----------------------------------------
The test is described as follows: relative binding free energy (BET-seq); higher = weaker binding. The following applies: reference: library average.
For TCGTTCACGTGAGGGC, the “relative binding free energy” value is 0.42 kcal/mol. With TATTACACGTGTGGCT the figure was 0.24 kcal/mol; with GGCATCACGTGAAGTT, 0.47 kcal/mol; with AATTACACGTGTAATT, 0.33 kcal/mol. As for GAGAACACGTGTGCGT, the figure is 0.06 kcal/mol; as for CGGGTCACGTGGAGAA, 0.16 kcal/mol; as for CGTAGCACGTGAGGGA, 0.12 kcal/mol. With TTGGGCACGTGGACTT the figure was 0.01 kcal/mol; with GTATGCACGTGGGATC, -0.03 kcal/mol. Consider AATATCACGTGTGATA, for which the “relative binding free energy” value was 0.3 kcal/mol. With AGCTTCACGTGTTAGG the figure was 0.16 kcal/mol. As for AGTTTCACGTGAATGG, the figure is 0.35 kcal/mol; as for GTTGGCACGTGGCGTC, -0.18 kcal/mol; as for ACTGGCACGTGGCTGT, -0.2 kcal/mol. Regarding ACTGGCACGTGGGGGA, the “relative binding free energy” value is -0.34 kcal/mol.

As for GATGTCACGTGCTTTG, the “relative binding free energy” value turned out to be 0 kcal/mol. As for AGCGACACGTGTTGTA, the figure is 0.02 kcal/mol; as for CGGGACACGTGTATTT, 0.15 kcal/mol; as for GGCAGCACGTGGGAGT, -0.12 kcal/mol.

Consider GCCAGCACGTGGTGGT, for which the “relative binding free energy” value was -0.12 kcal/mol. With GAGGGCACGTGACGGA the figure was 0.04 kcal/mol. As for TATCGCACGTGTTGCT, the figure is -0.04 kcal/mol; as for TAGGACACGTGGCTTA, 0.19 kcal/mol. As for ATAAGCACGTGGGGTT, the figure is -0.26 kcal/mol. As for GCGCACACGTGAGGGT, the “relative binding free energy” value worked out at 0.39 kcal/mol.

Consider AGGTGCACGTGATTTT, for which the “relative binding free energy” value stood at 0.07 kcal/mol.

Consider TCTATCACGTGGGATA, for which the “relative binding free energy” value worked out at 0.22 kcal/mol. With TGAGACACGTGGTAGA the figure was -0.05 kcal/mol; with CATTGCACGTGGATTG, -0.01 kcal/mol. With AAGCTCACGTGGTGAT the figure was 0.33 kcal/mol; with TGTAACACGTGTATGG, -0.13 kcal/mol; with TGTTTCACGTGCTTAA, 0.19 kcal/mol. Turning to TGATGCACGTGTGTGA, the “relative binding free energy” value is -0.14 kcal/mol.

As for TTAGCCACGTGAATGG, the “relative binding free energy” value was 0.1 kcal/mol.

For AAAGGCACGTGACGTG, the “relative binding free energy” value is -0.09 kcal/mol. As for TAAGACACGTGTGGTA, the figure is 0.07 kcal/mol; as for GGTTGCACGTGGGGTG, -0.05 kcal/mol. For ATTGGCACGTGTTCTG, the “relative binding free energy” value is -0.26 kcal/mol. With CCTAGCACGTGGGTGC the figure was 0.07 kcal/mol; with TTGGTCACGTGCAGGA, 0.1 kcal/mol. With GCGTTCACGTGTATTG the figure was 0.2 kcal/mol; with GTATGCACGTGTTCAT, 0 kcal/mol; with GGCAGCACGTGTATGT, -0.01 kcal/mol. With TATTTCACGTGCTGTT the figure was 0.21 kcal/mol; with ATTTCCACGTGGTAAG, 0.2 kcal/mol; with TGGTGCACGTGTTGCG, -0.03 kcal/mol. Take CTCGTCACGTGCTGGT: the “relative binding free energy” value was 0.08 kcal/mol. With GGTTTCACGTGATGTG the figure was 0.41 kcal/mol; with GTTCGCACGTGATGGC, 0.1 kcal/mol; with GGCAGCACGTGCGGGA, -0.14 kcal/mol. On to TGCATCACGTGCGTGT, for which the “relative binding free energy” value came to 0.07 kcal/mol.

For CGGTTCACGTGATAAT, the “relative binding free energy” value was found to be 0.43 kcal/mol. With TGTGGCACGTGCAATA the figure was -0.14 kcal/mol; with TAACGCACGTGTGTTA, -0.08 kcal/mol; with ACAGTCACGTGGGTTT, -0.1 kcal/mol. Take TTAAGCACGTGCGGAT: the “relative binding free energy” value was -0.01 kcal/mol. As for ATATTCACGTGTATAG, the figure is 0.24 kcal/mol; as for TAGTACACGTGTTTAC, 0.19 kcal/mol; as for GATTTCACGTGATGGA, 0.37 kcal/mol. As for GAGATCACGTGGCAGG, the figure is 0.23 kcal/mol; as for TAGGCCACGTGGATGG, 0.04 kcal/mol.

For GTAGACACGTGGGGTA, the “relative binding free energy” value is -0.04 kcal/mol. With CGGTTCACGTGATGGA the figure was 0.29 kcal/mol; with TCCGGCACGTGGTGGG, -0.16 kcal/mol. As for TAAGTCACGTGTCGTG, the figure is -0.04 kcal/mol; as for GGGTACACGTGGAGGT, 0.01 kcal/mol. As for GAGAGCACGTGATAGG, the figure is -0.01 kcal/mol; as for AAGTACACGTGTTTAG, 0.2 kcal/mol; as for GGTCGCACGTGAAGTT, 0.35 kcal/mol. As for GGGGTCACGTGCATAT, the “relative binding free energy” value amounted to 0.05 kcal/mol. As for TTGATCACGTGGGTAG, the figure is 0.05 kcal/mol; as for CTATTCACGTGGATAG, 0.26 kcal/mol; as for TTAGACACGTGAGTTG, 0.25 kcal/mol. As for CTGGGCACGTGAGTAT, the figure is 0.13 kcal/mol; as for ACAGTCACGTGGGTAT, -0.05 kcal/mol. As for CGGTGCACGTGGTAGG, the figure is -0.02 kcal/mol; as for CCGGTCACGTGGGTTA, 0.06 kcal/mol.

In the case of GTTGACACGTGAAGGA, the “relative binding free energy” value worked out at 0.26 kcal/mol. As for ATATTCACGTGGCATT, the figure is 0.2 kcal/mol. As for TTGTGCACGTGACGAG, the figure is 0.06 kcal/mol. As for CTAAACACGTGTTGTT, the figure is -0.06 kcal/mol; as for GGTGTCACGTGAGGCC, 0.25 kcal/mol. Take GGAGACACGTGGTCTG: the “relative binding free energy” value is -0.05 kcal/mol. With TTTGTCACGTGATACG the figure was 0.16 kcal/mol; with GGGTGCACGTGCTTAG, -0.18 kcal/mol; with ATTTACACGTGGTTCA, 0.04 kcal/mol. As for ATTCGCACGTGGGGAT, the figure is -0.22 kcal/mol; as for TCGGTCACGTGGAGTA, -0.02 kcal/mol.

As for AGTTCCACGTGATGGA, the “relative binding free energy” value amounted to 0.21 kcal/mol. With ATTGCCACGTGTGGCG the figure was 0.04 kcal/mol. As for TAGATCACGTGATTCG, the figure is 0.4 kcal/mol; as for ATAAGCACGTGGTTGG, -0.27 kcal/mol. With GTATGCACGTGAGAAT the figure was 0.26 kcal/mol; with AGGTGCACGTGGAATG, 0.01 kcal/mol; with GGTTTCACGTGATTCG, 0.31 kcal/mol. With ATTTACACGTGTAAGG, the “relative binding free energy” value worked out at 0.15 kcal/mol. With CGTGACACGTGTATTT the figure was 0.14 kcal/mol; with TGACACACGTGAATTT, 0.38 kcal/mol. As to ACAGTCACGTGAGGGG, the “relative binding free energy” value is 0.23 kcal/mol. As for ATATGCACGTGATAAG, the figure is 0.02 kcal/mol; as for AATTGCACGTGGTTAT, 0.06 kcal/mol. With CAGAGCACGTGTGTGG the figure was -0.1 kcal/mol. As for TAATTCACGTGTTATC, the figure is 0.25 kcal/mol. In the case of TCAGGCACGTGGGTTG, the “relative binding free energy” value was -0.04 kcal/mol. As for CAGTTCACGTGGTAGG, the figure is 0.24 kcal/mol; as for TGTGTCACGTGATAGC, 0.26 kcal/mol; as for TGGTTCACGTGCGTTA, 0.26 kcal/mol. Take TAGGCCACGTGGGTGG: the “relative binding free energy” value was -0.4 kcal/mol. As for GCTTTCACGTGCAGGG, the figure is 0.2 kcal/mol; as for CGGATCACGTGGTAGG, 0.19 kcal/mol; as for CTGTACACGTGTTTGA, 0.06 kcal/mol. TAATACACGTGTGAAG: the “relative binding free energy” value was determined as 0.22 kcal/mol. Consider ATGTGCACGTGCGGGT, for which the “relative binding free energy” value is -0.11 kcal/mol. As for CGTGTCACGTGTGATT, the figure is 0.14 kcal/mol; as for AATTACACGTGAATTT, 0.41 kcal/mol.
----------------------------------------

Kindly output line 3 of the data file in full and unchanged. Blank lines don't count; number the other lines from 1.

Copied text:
As for GATGTCACGTGCTTTG, the “relative binding free energy” value turned out to be 0 kcal/mol. As for AGCGACACGTGTTGTA, the figure is 0.02 kcal/mol; as for CGGGACACGTGTATTT, 0.15 kcal/mol; as for GGCAGCACGTGGGAGT, -0.12 kcal/mol.